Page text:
Dhow Mercantile (EA) Ltd & Others vs Registrar of Companies & Others (Civil Appeal 56 of 2005) [2005] TZCA 4 (15 November 2005)


Link to pdf of original judgement

IN THE COURT OF APPEAL OF TANZANIA AT DAR ES SALAAM


(CORAM: LUBUVA, J.A., MUNUO, J.A., And KAJI, 3.A.

CIVIL APPEAL NO. 56 OF 2005

1.     

DHOW MERCANTILE (EA) LTD        
]

2.     
YOHANA HILARIUS NYAKIBARI ]     
APPELLANTS

3.     
GULAMALI SHAH BOKHARI   
]

VERSUS

1.     

REGISTRAR OF COMPANIES  
]

2.     
LUSHOTO TEA COMPANY LTD.        
]

3.     
ABDIRIZZAKH S. TUKE     
]       
RESPONDENTS

4.     
NAWABABDULRAHIMMULLA    
]

5.     
YUSUF N. MULLA  
]

(Appeal from the decision of the High Court of Tanzania, Commercial Division, at Dar es Salaam)

(Kaleyeqa, J.)


dated the 23rd day of April, 2004


in Commercial Case No. 62 of 2003


REASONS FOR THE ORDER OF THE COURT LUBUVA, J.A.:


On 26th October, 2005 when the appeal was called on for hearing, Mr. Kilindu, learned counsel for the 2nd, 3rd, 4th and 5th respondents, raised a preliminary objection. He had priorly filed notice of preliminary objection in terms of the provisions of rule 100. After hearing submissions on the preliminary objection by learned counsel, M/s Kilindu, Ukwong'a and Mr. Shani, learned State Attorney


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for the 1st respondent, we upheld the preliminary objection and ordered the appeal to be struck out on the ground that it was incompetent. Reasons were reserved which we are now set to give.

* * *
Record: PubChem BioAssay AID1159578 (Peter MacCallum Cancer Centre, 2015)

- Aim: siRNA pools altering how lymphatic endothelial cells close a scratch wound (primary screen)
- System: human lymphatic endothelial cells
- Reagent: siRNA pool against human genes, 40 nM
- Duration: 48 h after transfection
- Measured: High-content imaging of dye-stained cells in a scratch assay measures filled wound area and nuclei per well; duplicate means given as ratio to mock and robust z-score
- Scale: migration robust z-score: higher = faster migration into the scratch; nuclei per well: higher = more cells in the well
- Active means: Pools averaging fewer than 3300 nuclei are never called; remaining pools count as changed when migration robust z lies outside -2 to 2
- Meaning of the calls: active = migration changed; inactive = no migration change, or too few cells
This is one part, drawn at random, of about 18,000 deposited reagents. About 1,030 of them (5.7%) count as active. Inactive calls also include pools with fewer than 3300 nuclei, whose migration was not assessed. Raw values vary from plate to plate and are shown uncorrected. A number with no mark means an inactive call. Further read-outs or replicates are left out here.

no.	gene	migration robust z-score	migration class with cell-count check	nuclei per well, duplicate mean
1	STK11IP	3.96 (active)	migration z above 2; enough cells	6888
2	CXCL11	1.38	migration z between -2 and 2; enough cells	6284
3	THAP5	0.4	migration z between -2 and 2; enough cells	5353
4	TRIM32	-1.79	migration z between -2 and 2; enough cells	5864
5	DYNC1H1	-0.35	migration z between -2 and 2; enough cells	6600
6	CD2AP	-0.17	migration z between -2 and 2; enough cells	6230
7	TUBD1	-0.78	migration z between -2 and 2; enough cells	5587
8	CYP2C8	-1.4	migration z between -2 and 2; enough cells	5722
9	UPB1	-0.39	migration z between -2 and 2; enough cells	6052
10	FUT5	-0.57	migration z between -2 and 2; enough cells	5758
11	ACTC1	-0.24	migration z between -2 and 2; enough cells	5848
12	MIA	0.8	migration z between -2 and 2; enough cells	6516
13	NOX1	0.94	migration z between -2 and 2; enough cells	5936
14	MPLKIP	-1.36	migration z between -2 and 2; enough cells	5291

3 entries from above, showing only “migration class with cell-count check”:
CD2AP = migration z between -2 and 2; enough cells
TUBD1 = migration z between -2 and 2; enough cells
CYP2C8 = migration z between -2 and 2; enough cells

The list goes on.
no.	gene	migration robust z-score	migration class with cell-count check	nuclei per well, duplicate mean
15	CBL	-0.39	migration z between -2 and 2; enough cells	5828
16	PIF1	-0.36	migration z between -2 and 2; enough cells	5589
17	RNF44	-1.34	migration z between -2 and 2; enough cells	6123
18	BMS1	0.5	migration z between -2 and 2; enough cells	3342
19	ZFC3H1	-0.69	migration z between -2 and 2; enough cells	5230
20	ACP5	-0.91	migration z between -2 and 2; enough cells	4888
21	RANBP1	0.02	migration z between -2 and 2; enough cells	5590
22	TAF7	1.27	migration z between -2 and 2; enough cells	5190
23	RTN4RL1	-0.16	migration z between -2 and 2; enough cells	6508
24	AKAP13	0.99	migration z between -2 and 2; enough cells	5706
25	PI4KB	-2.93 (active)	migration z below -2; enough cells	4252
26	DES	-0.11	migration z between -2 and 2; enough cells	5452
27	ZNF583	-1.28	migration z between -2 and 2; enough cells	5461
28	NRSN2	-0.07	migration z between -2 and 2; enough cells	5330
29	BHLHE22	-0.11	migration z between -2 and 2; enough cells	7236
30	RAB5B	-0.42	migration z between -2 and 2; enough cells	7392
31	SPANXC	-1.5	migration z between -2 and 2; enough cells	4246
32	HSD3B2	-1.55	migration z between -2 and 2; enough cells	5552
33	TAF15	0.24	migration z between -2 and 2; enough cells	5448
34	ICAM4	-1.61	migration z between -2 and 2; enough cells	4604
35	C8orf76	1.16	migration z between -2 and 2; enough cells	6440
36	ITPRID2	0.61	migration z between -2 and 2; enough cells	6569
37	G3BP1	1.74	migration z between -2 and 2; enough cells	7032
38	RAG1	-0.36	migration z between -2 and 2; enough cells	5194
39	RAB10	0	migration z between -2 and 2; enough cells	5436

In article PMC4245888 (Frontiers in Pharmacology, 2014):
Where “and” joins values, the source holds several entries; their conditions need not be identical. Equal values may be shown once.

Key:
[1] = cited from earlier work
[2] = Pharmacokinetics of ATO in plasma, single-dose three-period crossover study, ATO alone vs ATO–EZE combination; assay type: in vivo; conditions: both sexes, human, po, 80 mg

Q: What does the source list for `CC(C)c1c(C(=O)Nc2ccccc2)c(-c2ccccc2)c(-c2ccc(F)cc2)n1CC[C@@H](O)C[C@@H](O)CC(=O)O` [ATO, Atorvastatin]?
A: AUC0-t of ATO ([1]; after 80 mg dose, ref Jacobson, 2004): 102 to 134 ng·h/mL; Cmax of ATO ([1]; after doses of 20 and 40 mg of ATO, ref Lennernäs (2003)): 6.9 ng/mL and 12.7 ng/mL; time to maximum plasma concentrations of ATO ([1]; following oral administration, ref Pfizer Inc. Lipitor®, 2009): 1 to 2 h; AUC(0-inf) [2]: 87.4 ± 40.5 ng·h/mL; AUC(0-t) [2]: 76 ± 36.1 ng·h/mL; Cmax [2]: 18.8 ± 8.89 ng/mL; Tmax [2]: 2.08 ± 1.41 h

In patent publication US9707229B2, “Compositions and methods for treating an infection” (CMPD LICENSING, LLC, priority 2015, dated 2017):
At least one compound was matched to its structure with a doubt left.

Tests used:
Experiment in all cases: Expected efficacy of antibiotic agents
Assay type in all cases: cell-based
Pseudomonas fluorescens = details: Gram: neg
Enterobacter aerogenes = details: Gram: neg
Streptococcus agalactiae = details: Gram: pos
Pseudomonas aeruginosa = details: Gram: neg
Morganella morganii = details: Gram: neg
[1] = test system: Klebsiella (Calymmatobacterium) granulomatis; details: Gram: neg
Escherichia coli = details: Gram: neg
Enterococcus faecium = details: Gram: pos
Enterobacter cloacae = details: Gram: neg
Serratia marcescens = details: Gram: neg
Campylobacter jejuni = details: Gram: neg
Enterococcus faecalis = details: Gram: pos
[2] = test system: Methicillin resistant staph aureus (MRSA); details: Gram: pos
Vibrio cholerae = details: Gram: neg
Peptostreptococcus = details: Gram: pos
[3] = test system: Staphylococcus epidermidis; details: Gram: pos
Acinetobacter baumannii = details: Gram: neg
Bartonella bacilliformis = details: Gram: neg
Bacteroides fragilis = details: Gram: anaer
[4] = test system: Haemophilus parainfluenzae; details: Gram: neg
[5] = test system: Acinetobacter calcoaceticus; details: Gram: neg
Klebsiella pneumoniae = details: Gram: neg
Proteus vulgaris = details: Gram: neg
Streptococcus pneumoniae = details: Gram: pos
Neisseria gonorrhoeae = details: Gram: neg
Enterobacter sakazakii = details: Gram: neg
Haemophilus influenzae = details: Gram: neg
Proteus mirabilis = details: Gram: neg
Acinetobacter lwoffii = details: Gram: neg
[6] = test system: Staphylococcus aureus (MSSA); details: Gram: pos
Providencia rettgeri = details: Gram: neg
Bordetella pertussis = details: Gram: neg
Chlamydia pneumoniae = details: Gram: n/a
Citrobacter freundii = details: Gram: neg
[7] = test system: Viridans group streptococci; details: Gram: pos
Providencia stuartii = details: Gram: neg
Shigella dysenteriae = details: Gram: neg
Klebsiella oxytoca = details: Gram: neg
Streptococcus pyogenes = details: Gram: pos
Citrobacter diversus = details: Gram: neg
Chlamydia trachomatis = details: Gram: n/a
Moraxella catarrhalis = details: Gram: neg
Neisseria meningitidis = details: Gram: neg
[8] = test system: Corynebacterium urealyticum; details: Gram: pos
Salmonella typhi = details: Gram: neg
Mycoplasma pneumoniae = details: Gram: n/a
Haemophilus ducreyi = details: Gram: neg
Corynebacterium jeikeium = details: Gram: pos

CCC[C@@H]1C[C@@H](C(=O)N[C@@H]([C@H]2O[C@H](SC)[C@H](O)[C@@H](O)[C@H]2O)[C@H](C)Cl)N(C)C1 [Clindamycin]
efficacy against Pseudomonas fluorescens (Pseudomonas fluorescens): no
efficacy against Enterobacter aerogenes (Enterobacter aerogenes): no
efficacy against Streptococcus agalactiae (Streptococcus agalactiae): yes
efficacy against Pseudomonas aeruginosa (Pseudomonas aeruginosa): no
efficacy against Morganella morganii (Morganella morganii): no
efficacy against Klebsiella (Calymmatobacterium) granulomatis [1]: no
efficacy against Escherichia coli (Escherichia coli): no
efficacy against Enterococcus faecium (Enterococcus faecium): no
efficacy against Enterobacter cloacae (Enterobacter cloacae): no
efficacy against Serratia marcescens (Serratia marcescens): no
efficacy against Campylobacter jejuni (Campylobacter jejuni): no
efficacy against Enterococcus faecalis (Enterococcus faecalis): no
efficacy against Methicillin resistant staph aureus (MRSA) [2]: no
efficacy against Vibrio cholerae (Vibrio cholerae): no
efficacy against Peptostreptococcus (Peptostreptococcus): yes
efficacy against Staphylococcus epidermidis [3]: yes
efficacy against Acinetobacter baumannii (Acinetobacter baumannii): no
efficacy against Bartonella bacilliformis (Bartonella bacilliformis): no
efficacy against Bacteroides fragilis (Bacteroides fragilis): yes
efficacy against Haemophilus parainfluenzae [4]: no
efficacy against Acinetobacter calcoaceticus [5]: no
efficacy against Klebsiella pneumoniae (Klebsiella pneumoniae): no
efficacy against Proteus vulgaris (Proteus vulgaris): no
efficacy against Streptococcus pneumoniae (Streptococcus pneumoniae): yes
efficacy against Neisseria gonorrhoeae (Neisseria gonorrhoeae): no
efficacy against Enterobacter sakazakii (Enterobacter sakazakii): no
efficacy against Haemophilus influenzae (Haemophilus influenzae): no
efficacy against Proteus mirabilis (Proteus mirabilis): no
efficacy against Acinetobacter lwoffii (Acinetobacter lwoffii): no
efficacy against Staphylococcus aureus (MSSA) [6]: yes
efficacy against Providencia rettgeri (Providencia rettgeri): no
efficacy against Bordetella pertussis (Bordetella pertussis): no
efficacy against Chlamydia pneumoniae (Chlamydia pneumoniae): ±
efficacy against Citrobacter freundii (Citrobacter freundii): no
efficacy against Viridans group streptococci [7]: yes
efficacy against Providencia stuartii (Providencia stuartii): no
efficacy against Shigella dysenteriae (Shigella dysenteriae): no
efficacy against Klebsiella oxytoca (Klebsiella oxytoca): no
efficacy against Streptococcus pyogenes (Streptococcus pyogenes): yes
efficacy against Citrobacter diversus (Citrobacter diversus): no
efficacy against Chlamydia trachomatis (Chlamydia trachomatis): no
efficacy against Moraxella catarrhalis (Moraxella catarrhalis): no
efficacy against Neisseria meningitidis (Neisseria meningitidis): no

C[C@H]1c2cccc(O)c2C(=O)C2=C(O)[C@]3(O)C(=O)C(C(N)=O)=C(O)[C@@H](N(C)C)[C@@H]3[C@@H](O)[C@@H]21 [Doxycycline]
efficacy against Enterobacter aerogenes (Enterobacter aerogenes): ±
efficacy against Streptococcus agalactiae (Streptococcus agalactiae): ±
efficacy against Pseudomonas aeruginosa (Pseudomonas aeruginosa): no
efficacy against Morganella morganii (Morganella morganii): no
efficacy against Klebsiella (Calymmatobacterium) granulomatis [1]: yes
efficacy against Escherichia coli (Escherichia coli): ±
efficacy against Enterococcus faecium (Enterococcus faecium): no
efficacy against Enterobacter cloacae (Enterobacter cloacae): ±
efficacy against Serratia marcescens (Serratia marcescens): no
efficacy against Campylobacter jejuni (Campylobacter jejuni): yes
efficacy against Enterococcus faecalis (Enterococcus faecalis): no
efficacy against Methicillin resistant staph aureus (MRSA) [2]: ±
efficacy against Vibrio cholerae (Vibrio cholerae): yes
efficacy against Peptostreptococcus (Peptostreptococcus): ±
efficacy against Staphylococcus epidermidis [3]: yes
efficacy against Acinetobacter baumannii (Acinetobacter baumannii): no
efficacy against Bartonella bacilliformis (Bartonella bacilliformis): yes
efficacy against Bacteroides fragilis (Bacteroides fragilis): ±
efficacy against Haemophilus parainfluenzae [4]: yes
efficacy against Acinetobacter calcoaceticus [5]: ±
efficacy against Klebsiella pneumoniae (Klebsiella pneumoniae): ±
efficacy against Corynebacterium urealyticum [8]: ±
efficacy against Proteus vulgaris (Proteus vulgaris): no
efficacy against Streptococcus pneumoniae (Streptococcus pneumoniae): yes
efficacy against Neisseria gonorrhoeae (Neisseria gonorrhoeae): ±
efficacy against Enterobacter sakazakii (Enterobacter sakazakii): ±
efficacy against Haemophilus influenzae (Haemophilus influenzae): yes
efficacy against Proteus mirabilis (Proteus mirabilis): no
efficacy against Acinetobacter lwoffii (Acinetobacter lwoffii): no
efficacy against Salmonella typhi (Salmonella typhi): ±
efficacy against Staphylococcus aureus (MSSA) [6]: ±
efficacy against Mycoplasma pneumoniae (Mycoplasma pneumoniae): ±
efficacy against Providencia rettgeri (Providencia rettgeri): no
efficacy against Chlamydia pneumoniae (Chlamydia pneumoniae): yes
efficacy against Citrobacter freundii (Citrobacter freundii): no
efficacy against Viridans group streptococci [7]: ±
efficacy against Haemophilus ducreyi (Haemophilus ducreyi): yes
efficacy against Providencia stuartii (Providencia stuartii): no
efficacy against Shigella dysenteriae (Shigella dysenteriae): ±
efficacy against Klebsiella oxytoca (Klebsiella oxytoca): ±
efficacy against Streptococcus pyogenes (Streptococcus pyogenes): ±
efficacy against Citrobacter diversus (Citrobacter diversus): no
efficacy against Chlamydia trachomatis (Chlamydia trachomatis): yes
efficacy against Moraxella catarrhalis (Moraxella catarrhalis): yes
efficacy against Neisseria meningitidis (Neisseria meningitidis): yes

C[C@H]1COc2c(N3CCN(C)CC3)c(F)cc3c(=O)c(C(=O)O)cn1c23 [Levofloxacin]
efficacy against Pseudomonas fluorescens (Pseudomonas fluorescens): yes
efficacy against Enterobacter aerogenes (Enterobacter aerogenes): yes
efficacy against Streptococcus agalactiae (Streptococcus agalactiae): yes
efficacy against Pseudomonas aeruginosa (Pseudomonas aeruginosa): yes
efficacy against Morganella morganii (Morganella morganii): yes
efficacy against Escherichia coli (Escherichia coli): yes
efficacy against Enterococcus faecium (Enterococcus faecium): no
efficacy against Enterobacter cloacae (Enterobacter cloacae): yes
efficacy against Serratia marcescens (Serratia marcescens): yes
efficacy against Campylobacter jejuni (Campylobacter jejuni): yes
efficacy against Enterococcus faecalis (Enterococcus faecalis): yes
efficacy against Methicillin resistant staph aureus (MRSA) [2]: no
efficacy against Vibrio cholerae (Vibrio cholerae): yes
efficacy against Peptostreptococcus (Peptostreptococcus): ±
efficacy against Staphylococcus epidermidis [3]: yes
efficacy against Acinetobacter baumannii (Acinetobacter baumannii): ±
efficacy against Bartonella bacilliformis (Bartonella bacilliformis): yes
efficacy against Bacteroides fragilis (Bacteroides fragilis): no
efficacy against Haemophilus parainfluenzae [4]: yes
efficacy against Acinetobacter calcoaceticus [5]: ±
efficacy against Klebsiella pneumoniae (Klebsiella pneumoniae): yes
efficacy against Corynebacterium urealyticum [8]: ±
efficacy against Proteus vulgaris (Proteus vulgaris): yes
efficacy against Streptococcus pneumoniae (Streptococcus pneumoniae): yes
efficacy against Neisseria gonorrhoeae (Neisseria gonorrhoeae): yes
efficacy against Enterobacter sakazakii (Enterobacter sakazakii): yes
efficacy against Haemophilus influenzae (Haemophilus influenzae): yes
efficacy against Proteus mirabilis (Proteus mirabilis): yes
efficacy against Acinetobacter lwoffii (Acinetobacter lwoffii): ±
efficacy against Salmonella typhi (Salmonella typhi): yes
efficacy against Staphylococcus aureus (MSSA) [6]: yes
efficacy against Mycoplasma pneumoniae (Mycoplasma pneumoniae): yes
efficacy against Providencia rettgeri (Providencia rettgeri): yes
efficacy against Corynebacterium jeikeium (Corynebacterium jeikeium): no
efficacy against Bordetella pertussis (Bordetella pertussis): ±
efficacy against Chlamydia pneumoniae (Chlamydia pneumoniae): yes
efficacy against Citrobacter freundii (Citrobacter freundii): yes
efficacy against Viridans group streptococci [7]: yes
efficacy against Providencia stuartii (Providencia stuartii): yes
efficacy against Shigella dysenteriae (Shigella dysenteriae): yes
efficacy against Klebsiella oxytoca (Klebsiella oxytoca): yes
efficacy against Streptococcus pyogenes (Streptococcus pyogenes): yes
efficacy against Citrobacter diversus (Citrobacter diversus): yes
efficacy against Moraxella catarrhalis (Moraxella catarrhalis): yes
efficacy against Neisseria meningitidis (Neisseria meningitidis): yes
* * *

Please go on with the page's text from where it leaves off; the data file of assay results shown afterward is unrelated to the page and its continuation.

In support of the preliminary objection Mr. Kilindu, learned counsel, made brief submissions to the following effect: In Civil Appeal No. 86- of 2004 between the same parties, on 23.3.2003 the Court struck out the appeal upon the ground that the appeal was incompetent because an invalid decree was attached to the record. It was left open for the appellant to reinstitute the appeal if it was so desired. As a result of the appeal being struck out, no valid document including the notice of appeal remained. In this case the appeal reinstituted on 31.5.2005, was based on the notice of appeal which was struck out together with the rest of the record of appeal. The issuance of the certificate of delay by the Registrar presupposes that there is a valid notice of appeal in place. In reinstituting the appeal, the requirement of a valid notice of appeal is not substituted. What was required of the appellant was to apply to the High Court for extension of time to file notice of appeal out of time. Once the application for extension of time sought is granted, then the appeal so reinstituted would be based on a valid notice of appeal. In this